Suarez cobbled together a centrist coalition to win the first post-Franco elections in 1977 and remained in his post until the next general election in 1982.

In 1982, there was a smooth transition to a victorious opposition with the election of Felipe González of the PSOE who remained Prime Minister until 1996. Perhaps bearing in mind the horrors of civil war times, surprisingly González proved to be more of a moderate social democrat who successfully led Spain to join the European Economic Community, the precursor of today’s European Union, on January 1, 1986 (together with Portugal).

King Juan Carlos I proved his democratic credentials when he opposed an attempted takeover by a few military officers who stormed the Cortes (Parliament) in February 1981 during an interim period when the government had resigned and a new one had not yet been formed. The rebellion was quickly put down under the King’s authority and the fledgling Spanish democracy survived.

Another smooth transition took place in June 2014 when King Juan Carlos I abdicated in favor of his son, who is now King Felipe VI.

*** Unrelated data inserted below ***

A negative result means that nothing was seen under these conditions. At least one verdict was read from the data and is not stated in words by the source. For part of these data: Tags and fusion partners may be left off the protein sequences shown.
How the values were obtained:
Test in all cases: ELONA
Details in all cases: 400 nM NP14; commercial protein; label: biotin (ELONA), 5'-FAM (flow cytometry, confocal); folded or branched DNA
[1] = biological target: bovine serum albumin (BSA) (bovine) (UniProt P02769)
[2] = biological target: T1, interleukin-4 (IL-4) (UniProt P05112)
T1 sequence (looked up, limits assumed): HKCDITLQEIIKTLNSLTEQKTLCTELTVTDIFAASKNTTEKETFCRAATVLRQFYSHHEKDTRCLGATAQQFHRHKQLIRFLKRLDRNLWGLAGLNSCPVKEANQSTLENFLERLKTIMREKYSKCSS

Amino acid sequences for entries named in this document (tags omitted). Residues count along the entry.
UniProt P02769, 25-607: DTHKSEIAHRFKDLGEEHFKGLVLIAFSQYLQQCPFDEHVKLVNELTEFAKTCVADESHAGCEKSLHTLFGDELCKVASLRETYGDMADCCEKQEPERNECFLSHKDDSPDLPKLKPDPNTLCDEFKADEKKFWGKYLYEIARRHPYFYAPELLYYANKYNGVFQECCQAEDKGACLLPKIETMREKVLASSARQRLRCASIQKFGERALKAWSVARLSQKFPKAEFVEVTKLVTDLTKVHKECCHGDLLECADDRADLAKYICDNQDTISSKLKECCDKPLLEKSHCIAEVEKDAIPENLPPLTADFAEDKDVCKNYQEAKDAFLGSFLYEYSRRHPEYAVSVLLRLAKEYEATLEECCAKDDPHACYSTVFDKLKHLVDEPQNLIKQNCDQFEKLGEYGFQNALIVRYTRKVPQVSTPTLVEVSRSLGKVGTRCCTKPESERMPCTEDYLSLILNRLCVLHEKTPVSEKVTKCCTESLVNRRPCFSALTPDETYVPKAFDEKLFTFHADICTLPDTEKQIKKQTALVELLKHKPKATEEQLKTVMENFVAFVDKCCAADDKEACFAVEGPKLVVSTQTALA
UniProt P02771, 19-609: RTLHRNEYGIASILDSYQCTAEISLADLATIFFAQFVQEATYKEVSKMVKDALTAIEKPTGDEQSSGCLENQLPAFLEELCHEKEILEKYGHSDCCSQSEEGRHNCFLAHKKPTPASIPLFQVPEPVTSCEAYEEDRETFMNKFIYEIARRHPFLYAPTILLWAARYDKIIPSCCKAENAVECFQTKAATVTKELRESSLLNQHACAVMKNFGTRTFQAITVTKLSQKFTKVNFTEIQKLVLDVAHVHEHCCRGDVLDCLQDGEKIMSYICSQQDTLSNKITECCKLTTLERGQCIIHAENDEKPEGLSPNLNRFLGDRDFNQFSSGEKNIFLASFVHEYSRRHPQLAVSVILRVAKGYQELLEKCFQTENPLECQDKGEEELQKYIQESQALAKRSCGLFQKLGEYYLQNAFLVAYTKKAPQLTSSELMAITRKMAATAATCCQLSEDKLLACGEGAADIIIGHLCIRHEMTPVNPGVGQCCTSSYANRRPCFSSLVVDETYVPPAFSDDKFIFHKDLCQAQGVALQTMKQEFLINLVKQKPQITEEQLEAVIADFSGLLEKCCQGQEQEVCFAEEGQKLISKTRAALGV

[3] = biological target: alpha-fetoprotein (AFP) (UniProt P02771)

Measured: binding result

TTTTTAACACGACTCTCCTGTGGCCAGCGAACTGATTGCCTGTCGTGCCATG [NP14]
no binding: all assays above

What will come next?

While Spain has peacefully evolved into a mainstream European democracy, in recent years splinter parties on the left and right were founded, much as has occurred in other countries such as Germany, the Netherlands, Italy, and Sweden. Like the others, Spain has encountered difficulties in forming a coalition government.

Pedro Sánchez became Prime Minister in June 2018 upon the resignation of right-of-center Mariano Rajoy of the Partido Popular due to a series of scandals. However, the PSOE only controlled a mere 84 out 350 seats in the Congress of Deputies.

In the April 28 elections this year, no party gained a majority. The Socialists received just over 27 percent of votes and won only 122 seats in the Congress of Deputies, far short of 176 needed for a majority. In the weeks and months that followed Sánchez was unable to win over any other party to form a coalition. Hence new elections will be held on November 10.

If Pedro Sánchez emerges victorious from the upcoming elections, will his next move be to take down the massive cross over the Valley of the Fallen?

While Spain too has been affected by the spread of secularism sweeping across Europe, Spaniards of left and right would do well to ponder the significance and importance of reconciliation that their unique monument represents – then look confidently to the future.

Vincenzina Santoro is an international economist. She represents the American Family Association of New York at the United Nations.

Michael Cook

Michael Cook

Michael Cook is the editor of MercatorNet